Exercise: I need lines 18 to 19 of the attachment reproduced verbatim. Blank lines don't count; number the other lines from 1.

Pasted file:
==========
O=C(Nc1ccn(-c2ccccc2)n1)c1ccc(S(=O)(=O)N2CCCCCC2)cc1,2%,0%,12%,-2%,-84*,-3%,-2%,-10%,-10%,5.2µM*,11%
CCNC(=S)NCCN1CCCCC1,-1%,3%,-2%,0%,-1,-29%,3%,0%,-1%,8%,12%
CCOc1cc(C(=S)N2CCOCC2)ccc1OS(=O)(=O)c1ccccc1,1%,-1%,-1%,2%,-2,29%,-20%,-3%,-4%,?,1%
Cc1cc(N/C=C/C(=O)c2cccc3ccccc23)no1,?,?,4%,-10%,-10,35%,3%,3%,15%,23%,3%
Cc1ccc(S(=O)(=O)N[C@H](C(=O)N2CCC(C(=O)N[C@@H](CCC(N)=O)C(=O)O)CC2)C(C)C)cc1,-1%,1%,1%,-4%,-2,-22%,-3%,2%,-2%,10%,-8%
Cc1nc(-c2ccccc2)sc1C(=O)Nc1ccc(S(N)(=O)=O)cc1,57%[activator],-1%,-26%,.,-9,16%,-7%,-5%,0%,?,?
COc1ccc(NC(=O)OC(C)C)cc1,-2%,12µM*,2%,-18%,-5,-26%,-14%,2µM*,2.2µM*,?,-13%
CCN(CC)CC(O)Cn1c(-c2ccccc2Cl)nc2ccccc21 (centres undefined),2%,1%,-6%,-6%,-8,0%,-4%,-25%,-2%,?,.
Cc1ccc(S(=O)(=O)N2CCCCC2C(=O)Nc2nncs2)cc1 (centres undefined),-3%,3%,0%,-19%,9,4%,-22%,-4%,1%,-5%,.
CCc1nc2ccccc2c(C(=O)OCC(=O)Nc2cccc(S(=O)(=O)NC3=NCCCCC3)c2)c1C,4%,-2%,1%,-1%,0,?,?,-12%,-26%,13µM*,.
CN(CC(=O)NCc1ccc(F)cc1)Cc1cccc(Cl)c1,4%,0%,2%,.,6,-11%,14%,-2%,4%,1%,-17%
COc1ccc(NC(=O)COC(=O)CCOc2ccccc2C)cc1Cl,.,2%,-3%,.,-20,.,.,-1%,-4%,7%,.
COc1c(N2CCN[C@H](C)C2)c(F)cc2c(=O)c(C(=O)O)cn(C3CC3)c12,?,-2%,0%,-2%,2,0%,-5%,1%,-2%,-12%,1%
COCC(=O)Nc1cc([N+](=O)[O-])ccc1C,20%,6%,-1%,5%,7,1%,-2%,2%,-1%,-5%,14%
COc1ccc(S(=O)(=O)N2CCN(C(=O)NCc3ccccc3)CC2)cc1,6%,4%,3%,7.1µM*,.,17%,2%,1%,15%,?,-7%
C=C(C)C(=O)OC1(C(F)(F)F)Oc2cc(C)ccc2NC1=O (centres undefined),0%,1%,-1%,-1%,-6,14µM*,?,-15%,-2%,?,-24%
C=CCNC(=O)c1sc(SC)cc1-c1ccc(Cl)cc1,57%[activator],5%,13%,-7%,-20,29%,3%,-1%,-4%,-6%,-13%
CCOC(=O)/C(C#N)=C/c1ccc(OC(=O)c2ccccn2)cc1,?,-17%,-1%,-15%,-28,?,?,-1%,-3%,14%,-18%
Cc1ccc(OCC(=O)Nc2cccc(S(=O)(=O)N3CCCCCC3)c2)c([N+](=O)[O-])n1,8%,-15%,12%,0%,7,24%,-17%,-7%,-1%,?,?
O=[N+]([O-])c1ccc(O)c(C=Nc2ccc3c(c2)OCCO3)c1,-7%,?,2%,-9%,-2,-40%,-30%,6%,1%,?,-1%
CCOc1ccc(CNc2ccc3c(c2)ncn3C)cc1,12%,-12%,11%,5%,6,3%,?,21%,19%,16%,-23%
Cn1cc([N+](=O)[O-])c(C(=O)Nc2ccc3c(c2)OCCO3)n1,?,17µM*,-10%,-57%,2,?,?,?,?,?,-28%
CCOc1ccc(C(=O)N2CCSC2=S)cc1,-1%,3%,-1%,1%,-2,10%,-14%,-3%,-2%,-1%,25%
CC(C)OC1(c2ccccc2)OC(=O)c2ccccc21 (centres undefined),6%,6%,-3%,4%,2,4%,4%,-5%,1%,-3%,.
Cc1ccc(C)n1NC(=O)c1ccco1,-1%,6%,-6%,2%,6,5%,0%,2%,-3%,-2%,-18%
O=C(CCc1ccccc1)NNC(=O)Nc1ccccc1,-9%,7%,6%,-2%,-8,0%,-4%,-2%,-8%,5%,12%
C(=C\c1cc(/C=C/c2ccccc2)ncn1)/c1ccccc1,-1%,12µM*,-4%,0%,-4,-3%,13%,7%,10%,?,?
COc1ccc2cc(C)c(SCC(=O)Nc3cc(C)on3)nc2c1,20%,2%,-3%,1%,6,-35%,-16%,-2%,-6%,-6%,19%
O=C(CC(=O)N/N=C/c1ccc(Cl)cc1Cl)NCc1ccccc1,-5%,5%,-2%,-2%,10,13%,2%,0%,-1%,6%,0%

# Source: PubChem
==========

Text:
CCOC(=O)/C(C#N)=C/c1ccc(OC(=O)c2ccccn2)cc1,?,-17%,-1%,-15%,-28,?,?,-1%,-3%,14%,-18%
Cc1ccc(OCC(=O)Nc2cccc(S(=O)(=O)N3CCCCCC3)c2)c([N+](=O)[O-])n1,8%,-15%,12%,0%,7,24%,-17%,-7%,-1%,?,?